22 Dec 2015

A piddock shell (and King George V).

There have been a couple of days of gales, and the strandline was littered with shells including this half of a piddock:
The right hand side looks like a vanilla bivalve shell, the left is heavily distorted from the effort of grinding its way into shale to make a burrow. In many years of watching this beach I have never seen a live piddock; they obviously can't survive in an intertidal zone so well patrolled by gulls and oystercatchers. Their burrows show up in witchstones; pieces of shale with holes which were once piddock burrows which have been washed ashore. Local legend has it that if you nail one of these above your stable door it will ward off any witches that may try to steal your horse.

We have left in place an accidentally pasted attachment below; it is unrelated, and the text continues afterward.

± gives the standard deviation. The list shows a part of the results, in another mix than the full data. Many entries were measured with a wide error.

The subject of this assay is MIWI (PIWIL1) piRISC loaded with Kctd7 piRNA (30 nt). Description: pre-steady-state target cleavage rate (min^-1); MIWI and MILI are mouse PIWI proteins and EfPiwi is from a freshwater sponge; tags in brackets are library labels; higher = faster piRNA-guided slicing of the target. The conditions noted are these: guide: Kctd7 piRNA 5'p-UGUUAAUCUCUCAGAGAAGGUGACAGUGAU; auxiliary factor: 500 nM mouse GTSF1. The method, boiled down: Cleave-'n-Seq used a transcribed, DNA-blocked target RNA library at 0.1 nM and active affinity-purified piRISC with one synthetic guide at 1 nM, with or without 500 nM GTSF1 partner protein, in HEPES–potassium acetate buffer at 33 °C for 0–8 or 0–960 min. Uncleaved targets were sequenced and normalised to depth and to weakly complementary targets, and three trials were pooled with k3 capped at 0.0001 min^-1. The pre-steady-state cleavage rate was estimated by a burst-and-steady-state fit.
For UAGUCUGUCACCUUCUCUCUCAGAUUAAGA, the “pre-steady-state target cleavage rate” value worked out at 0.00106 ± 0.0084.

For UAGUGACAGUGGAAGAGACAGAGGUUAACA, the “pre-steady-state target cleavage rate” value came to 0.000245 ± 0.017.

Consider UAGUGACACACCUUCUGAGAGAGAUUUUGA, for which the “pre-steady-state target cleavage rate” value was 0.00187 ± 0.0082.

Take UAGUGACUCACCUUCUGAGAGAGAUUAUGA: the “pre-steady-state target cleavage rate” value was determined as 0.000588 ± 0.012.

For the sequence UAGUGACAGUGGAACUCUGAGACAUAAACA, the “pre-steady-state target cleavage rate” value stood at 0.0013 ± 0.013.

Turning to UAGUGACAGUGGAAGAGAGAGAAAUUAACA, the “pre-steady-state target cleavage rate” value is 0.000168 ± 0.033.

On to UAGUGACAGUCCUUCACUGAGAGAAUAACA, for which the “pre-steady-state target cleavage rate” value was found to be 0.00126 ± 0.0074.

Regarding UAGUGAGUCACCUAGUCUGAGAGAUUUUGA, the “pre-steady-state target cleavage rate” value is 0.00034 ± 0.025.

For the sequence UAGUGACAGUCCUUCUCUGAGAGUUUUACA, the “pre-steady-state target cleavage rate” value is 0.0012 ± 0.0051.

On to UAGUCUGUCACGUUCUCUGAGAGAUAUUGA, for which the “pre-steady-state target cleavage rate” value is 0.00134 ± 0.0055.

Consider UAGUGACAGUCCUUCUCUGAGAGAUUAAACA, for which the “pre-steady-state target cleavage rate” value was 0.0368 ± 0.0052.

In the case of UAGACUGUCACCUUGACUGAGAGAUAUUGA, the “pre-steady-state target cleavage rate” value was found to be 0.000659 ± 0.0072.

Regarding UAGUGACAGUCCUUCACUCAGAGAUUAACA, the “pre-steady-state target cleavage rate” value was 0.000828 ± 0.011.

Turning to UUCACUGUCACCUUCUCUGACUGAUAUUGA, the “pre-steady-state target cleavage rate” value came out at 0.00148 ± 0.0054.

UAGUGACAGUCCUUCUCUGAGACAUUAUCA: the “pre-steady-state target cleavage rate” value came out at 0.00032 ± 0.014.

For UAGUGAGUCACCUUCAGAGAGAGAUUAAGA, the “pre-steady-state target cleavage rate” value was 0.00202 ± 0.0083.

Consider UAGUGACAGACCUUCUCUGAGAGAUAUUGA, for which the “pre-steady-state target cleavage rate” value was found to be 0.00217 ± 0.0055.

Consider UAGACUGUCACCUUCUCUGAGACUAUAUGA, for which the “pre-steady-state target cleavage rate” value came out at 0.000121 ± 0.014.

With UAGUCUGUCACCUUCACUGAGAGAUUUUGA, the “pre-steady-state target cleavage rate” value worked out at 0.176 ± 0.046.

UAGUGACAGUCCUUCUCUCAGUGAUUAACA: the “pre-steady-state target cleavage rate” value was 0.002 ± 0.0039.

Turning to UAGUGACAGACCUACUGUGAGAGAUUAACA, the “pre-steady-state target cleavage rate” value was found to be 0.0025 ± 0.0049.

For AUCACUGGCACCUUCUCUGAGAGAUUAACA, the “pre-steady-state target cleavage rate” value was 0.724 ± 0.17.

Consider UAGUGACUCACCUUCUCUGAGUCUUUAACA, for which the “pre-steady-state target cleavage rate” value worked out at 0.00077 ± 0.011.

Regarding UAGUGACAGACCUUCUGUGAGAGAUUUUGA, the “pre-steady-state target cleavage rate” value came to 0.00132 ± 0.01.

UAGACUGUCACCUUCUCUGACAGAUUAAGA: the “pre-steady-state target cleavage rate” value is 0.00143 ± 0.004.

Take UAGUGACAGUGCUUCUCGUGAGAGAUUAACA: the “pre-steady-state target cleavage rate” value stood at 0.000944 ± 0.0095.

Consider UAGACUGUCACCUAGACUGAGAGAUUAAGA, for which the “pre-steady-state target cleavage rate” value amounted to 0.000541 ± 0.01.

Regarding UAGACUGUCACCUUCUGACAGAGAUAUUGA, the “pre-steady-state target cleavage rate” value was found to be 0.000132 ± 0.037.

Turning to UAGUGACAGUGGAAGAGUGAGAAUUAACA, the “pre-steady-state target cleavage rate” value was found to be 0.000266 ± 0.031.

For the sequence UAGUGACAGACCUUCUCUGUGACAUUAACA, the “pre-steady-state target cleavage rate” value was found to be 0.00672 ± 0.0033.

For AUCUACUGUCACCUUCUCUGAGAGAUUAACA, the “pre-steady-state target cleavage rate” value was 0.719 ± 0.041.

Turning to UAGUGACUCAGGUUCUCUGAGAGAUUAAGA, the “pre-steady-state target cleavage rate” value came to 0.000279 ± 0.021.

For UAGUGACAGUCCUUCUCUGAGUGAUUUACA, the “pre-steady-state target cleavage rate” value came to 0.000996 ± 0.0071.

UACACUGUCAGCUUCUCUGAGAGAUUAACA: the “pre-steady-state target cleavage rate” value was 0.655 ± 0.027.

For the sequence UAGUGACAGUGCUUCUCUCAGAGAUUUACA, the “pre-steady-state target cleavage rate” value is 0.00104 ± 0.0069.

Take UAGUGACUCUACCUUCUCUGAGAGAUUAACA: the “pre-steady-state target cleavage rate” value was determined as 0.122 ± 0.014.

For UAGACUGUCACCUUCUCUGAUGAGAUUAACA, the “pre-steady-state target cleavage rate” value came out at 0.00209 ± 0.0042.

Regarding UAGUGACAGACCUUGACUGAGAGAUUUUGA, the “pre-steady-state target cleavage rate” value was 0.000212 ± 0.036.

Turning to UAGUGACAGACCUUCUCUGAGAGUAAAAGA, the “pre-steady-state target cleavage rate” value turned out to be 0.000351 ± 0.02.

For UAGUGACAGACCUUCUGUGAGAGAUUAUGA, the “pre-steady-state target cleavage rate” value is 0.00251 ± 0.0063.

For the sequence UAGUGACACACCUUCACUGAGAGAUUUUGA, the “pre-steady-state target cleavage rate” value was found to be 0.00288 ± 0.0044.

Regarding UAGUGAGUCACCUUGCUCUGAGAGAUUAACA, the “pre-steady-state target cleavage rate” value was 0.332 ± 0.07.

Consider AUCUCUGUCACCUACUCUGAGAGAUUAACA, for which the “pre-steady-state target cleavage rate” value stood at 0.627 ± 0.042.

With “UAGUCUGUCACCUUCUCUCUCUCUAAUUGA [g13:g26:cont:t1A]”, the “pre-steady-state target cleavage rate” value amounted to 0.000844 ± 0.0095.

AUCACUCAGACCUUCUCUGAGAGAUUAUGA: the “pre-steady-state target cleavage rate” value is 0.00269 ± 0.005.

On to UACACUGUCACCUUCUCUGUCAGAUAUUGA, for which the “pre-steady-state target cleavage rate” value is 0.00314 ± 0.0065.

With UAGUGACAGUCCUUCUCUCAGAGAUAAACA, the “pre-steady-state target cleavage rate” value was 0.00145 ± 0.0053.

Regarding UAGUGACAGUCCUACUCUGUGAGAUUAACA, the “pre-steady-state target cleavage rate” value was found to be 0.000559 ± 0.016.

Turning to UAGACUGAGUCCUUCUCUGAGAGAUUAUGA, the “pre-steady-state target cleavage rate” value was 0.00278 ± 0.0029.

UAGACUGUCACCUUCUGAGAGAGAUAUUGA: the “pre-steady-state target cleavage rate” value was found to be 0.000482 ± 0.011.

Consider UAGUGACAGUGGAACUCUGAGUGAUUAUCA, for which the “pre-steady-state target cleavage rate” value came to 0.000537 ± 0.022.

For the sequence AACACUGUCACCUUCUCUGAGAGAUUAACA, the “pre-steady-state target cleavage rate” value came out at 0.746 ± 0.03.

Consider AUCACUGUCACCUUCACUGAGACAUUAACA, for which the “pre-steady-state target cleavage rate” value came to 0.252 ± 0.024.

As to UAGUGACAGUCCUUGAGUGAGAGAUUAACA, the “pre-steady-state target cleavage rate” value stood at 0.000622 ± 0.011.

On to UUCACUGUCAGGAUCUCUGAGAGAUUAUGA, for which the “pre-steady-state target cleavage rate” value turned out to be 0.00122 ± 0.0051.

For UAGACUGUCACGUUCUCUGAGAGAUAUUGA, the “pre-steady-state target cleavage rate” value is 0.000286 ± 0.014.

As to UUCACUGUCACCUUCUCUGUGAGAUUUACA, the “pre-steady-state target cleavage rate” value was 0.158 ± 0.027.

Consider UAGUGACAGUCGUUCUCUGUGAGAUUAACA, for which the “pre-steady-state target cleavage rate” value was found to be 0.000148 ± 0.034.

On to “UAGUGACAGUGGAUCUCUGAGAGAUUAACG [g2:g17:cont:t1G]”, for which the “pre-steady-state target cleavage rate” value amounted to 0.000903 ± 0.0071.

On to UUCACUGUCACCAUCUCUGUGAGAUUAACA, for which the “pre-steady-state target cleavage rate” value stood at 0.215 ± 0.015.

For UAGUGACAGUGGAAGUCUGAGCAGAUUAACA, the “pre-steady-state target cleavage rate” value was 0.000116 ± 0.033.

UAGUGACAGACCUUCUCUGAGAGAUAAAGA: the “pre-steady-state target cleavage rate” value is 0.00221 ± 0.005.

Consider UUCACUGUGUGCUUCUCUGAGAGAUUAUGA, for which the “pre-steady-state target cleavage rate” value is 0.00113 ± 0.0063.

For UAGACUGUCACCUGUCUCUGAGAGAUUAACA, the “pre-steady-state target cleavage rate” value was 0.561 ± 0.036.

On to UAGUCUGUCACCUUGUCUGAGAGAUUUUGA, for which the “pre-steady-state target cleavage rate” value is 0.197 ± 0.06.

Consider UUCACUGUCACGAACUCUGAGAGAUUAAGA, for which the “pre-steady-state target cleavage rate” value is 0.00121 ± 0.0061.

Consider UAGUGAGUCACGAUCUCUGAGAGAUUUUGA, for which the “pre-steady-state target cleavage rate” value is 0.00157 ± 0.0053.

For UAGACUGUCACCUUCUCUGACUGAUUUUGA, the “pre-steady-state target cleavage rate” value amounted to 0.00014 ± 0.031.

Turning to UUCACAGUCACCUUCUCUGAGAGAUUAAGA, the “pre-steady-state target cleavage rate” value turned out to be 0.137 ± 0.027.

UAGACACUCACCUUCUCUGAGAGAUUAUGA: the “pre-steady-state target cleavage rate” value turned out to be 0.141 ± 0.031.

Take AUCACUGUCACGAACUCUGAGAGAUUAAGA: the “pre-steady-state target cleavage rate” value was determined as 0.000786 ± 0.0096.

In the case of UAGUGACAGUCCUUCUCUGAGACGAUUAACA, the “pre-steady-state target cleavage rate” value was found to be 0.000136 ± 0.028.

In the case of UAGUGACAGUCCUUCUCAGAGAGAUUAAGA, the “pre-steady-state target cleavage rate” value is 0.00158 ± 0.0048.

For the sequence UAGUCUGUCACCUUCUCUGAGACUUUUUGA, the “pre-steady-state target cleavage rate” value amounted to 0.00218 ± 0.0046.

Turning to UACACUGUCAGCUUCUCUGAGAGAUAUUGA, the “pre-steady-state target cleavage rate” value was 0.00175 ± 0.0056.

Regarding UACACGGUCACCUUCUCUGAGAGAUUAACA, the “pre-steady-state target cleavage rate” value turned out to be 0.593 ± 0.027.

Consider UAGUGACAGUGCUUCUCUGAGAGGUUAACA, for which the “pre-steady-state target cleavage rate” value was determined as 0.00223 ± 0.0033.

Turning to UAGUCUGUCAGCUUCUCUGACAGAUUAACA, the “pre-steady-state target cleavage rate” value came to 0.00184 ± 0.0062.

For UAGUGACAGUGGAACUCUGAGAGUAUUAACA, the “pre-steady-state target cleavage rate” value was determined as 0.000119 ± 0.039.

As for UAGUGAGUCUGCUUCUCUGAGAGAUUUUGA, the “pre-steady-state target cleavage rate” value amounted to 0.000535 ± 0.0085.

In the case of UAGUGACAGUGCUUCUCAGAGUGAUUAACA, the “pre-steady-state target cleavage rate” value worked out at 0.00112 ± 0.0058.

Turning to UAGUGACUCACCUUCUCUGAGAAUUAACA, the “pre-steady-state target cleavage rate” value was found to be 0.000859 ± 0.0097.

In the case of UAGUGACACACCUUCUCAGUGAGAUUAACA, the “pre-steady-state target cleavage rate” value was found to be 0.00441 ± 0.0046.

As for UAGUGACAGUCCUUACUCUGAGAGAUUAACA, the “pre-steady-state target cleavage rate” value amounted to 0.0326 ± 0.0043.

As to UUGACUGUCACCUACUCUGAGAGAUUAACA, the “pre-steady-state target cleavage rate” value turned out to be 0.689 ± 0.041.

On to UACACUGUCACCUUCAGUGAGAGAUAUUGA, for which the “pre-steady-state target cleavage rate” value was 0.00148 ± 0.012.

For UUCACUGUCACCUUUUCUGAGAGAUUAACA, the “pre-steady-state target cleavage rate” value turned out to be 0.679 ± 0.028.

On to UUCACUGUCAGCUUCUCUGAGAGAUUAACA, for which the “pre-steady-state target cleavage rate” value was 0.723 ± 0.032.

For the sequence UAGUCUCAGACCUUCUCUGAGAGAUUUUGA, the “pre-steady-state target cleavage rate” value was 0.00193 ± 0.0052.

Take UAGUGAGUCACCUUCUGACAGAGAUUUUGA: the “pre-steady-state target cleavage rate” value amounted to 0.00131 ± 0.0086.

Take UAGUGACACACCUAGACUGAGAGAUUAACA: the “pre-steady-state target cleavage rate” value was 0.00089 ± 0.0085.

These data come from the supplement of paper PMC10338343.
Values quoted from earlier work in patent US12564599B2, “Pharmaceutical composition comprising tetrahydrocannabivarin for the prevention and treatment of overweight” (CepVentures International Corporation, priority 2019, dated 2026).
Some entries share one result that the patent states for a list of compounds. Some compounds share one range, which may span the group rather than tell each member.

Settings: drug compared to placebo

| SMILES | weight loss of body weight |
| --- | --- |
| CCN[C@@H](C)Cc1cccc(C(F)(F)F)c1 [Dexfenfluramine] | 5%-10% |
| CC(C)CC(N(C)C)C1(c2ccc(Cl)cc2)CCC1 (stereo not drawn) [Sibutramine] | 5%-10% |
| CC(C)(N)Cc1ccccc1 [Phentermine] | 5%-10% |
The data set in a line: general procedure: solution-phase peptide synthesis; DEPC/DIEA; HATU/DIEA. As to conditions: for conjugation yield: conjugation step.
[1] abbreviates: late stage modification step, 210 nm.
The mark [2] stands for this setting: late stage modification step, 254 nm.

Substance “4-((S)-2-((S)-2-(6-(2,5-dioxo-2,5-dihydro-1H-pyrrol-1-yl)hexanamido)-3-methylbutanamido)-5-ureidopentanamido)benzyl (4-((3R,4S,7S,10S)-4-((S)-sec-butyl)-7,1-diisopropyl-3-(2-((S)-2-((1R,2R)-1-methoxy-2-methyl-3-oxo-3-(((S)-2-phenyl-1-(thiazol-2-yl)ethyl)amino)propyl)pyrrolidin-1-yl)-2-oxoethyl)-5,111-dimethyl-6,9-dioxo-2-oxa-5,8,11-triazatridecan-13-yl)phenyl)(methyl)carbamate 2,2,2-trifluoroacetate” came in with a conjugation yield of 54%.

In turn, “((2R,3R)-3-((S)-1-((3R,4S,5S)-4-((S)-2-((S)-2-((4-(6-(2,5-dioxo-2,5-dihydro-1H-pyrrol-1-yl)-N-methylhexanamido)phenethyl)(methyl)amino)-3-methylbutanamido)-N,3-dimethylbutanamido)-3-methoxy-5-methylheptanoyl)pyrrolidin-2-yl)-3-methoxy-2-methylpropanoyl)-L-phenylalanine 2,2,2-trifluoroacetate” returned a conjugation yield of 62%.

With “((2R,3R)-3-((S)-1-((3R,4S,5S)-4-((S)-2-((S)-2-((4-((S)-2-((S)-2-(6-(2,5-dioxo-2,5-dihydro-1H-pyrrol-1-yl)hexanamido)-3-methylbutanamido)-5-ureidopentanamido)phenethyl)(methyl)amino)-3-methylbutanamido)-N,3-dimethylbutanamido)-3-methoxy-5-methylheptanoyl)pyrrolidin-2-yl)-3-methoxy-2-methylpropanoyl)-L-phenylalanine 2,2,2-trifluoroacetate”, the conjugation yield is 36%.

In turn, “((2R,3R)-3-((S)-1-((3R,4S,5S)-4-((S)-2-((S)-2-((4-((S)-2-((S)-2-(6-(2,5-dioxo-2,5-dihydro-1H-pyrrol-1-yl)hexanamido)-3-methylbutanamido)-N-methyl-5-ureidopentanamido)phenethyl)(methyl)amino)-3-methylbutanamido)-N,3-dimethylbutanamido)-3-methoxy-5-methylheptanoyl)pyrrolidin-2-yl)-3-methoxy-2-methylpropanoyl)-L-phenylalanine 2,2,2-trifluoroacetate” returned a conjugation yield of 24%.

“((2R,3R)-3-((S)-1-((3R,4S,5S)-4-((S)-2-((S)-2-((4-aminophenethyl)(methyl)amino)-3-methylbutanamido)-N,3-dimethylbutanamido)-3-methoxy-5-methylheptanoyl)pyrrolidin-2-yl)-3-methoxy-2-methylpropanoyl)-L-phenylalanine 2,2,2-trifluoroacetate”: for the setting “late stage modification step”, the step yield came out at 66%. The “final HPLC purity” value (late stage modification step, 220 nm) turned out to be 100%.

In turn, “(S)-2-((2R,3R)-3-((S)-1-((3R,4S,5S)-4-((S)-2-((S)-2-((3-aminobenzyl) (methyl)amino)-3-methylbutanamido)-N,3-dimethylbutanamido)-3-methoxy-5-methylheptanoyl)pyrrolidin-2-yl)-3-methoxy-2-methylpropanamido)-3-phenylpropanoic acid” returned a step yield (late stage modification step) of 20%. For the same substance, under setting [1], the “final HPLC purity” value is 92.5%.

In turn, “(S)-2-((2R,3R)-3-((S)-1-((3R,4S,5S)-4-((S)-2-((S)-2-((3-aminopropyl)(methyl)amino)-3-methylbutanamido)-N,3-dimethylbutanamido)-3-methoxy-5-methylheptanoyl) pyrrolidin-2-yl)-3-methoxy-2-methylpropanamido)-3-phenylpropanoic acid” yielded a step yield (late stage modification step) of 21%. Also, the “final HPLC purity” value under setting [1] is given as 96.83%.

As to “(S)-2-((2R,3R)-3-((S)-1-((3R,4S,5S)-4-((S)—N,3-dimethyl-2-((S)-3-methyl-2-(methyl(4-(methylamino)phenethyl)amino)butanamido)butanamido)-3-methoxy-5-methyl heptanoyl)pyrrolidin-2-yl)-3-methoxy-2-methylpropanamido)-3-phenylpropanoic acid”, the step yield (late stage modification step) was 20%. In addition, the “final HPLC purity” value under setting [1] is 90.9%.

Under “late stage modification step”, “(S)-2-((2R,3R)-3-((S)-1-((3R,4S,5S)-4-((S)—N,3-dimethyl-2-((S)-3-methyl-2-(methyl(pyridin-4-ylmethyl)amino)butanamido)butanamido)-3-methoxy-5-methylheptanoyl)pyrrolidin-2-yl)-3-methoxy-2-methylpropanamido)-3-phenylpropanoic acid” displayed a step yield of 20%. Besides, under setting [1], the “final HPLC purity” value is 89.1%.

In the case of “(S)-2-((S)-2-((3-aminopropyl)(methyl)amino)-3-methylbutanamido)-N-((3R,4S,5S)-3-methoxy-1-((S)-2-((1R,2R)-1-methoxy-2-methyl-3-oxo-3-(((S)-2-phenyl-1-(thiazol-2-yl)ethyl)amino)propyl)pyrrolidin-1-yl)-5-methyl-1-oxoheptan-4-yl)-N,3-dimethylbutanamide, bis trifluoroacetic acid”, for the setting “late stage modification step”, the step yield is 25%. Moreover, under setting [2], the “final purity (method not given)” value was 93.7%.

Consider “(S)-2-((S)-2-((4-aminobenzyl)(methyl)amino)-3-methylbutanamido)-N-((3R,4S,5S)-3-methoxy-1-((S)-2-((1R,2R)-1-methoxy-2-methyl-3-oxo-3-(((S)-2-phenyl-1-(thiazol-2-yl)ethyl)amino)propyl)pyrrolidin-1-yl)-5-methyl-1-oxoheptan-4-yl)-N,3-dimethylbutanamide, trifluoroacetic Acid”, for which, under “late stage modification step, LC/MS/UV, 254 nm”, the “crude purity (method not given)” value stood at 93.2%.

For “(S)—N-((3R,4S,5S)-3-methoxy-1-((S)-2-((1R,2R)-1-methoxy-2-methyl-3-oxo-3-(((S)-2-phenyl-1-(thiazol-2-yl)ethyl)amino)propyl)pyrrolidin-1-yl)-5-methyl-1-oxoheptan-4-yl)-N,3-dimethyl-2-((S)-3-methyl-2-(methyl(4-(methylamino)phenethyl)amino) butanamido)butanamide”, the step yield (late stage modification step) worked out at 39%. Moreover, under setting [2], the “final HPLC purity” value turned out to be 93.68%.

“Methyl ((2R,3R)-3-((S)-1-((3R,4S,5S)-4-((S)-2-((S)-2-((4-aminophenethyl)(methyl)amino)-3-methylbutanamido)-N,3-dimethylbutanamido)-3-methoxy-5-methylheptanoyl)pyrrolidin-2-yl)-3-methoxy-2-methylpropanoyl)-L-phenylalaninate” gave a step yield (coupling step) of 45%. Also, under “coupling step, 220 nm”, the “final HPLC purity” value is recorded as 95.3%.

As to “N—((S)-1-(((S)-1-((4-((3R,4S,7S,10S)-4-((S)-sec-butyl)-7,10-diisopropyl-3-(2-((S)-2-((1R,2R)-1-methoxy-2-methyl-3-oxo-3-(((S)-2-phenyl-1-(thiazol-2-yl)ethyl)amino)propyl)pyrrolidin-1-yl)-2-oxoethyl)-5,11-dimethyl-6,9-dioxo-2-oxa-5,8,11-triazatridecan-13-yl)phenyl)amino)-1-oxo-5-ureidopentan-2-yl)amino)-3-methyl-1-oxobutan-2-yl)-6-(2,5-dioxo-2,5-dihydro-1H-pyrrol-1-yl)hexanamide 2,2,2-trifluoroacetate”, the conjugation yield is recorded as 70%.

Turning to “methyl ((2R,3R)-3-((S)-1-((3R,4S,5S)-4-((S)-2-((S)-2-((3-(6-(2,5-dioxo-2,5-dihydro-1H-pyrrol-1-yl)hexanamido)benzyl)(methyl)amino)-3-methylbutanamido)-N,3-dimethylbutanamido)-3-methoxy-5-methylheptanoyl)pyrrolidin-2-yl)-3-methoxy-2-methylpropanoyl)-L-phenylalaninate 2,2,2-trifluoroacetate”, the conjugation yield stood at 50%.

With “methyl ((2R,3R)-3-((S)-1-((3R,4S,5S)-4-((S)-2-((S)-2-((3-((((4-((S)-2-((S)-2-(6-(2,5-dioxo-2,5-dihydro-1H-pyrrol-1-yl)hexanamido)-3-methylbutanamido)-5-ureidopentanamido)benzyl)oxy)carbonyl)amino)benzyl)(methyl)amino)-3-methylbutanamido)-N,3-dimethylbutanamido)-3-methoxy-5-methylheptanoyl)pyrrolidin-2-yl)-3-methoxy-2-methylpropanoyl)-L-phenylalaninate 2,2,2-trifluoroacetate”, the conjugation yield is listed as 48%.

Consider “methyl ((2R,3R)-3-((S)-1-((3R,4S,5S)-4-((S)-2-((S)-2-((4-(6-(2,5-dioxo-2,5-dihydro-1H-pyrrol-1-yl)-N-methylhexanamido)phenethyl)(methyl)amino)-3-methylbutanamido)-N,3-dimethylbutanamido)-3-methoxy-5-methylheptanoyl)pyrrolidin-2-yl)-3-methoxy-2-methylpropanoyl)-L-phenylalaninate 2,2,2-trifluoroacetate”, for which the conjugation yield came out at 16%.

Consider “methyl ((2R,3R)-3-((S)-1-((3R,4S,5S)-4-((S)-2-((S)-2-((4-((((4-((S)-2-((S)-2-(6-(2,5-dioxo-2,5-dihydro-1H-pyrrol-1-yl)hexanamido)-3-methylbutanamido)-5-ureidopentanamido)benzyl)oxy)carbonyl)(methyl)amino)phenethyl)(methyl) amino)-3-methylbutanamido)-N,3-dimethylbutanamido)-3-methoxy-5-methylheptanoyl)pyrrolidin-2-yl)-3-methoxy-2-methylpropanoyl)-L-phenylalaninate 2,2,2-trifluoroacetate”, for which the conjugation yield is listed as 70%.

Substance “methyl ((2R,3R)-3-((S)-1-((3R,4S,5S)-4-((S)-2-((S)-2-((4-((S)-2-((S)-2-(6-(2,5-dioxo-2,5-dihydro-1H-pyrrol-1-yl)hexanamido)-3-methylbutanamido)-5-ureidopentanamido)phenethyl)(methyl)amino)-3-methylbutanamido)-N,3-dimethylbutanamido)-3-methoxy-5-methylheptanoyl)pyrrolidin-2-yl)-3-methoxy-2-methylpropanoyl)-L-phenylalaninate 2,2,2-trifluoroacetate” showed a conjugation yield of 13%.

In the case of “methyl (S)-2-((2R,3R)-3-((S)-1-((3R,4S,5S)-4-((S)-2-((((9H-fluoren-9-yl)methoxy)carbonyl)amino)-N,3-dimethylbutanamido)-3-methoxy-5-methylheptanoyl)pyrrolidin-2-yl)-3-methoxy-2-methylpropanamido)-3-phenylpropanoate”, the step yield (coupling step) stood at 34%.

A piddock-bored witchstone, with Enteromorpha seaweed, a scattering of small barnacles, some encrusting red algae and a whelk.

I wondered if piddocks had any chemical help to bore into the rock but @RudkinDave said not, although other families of boring molluscs do secrete acids to help their digging. Having dug its burrow the piddock hunkers down, expends its syphon into the water and lives for around eight years. 

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